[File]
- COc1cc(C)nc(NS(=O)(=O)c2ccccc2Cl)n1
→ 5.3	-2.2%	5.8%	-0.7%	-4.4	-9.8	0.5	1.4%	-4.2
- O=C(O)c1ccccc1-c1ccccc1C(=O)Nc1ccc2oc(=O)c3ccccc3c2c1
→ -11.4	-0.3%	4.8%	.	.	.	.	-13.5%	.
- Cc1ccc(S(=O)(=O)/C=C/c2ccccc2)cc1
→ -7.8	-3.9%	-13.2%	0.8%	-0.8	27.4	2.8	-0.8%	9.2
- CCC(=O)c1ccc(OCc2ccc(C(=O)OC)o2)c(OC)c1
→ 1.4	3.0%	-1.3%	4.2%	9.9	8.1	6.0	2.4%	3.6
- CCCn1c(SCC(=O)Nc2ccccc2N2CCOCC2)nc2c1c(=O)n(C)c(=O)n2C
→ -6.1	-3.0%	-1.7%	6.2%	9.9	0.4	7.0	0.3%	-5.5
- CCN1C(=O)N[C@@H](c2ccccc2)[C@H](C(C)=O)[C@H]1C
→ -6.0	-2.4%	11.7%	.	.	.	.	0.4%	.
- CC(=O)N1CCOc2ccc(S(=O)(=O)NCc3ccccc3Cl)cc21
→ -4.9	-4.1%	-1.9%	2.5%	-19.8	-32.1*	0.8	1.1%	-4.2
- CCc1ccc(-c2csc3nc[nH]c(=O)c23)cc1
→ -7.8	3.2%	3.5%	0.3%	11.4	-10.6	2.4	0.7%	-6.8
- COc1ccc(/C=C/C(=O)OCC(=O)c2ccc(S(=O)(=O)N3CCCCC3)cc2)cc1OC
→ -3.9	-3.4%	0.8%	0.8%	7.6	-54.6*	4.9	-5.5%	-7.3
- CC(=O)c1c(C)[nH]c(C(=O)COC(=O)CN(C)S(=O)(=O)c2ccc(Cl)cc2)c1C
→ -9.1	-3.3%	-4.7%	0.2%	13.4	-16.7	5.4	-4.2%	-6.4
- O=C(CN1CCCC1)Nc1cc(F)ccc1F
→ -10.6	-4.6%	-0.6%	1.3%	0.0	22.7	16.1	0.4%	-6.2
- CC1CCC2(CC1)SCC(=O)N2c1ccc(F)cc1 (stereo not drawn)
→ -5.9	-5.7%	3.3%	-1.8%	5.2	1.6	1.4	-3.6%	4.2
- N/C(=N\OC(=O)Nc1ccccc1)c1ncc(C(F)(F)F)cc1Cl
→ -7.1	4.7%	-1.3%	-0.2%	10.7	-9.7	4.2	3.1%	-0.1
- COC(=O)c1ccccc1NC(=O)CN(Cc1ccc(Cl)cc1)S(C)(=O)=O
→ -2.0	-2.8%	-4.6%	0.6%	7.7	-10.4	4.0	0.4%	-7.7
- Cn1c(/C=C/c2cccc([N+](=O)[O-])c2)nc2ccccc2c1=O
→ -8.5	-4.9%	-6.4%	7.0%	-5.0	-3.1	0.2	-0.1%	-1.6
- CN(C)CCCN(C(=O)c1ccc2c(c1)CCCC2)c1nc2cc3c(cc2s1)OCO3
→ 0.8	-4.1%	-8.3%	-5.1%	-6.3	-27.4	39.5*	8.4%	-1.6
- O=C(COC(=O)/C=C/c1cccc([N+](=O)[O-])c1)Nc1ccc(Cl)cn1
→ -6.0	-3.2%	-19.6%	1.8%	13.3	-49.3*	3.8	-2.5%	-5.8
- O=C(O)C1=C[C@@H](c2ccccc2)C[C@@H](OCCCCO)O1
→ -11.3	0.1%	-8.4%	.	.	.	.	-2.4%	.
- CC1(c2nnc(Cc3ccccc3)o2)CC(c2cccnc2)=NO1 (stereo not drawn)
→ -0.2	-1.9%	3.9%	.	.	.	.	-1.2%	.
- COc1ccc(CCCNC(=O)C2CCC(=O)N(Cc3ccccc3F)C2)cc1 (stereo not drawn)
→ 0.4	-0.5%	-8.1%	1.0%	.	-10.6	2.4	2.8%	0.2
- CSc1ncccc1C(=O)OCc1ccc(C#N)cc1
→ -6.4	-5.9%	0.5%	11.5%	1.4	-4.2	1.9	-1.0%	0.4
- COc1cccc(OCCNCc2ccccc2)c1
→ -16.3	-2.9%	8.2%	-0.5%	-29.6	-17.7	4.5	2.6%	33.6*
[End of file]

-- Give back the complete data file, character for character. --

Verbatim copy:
- COc1cc(C)nc(NS(=O)(=O)c2ccccc2Cl)n1
→ 5.3	-2.2%	5.8%	-0.7%	-4.4	-9.8	0.5	1.4%	-4.2
- O=C(O)c1ccccc1-c1ccccc1C(=O)Nc1ccc2oc(=O)c3ccccc3c2c1
→ -11.4	-0.3%	4.8%	.	.	.	.	-13.5%	.
- Cc1ccc(S(=O)(=O)/C=C/c2ccccc2)cc1
→ -7.8	-3.9%	-13.2%	0.8%	-0.8	27.4	2.8	-0.8%	9.2
- CCC(=O)c1ccc(OCc2ccc(C(=O)OC)o2)c(OC)c1
→ 1.4	3.0%	-1.3%	4.2%	9.9	8.1	6.0	2.4%	3.6
- CCCn1c(SCC(=O)Nc2ccccc2N2CCOCC2)nc2c1c(=O)n(C)c(=O)n2C
→ -6.1	-3.0%	-1.7%	6.2%	9.9	0.4	7.0	0.3%	-5.5
- CCN1C(=O)N[C@@H](c2ccccc2)[C@H](C(C)=O)[C@H]1C
→ -6.0	-2.4%	11.7%	.	.	.	.	0.4%	.
- CC(=O)N1CCOc2ccc(S(=O)(=O)NCc3ccccc3Cl)cc21
→ -4.9	-4.1%	-1.9%	2.5%	-19.8	-32.1*	0.8	1.1%	-4.2
- CCc1ccc(-c2csc3nc[nH]c(=O)c23)cc1
→ -7.8	3.2%	3.5%	0.3%	11.4	-10.6	2.4	0.7%	-6.8
- COc1ccc(/C=C/C(=O)OCC(=O)c2ccc(S(=O)(=O)N3CCCCC3)cc2)cc1OC
→ -3.9	-3.4%	0.8%	0.8%	7.6	-54.6*	4.9	-5.5%	-7.3
- CC(=O)c1c(C)[nH]c(C(=O)COC(=O)CN(C)S(=O)(=O)c2ccc(Cl)cc2)c1C
→ -9.1	-3.3%	-4.7%	0.2%	13.4	-16.7	5.4	-4.2%	-6.4
- O=C(CN1CCCC1)Nc1cc(F)ccc1F
→ -10.6	-4.6%	-0.6%	1.3%	0.0	22.7	16.1	0.4%	-6.2
- CC1CCC2(CC1)SCC(=O)N2c1ccc(F)cc1 (stereo not drawn)
→ -5.9	-5.7%	3.3%	-1.8%	5.2	1.6	1.4	-3.6%	4.2
- N/C(=N\OC(=O)Nc1ccccc1)c1ncc(C(F)(F)F)cc1Cl
→ -7.1	4.7%	-1.3%	-0.2%	10.7	-9.7	4.2	3.1%	-0.1
- COC(=O)c1ccccc1NC(=O)CN(Cc1ccc(Cl)cc1)S(C)(=O)=O
→ -2.0	-2.8%	-4.6%	0.6%	7.7	-10.4	4.0	0.4%	-7.7
- Cn1c(/C=C/c2cccc([N+](=O)[O-])c2)nc2ccccc2c1=O
→ -8.5	-4.9%	-6.4%	7.0%	-5.0	-3.1	0.2	-0.1%	-1.6
- CN(C)CCCN(C(=O)c1ccc2c(c1)CCCC2)c1nc2cc3c(cc2s1)OCO3
→ 0.8	-4.1%	-8.3%	-5.1%	-6.3	-27.4	39.5*	8.4%	-1.6
- O=C(COC(=O)/C=C/c1cccc([N+](=O)[O-])c1)Nc1ccc(Cl)cn1
→ -6.0	-3.2%	-19.6%	1.8%	13.3	-49.3*	3.8	-2.5%	-5.8
- O=C(O)C1=C[C@@H](c2ccccc2)C[C@@H](OCCCCO)O1
→ -11.3	0.1%	-8.4%	.	.	.	.	-2.4%	.
- CC1(c2nnc(Cc3ccccc3)o2)CC(c2cccnc2)=NO1 (stereo not drawn)
→ -0.2	-1.9%	3.9%	.	.	.	.	-1.2%	.
- COc1ccc(CCCNC(=O)C2CCC(=O)N(Cc3ccccc3F)C2)cc1 (stereo not drawn)
→ 0.4	-0.5%	-8.1%	1.0%	.	-10.6	2.4	2.8%	0.2
- CSc1ncccc1C(=O)OCc1ccc(C#N)cc1
→ -6.4	-5.9%	0.5%	11.5%	1.4	-4.2	1.9	-1.0%	0.4
- COc1cccc(OCCNCc2ccccc2)c1
→ -16.3	-2.9%	8.2%	-0.5%	-29.6	-17.7	4.5	2.6%	33.6*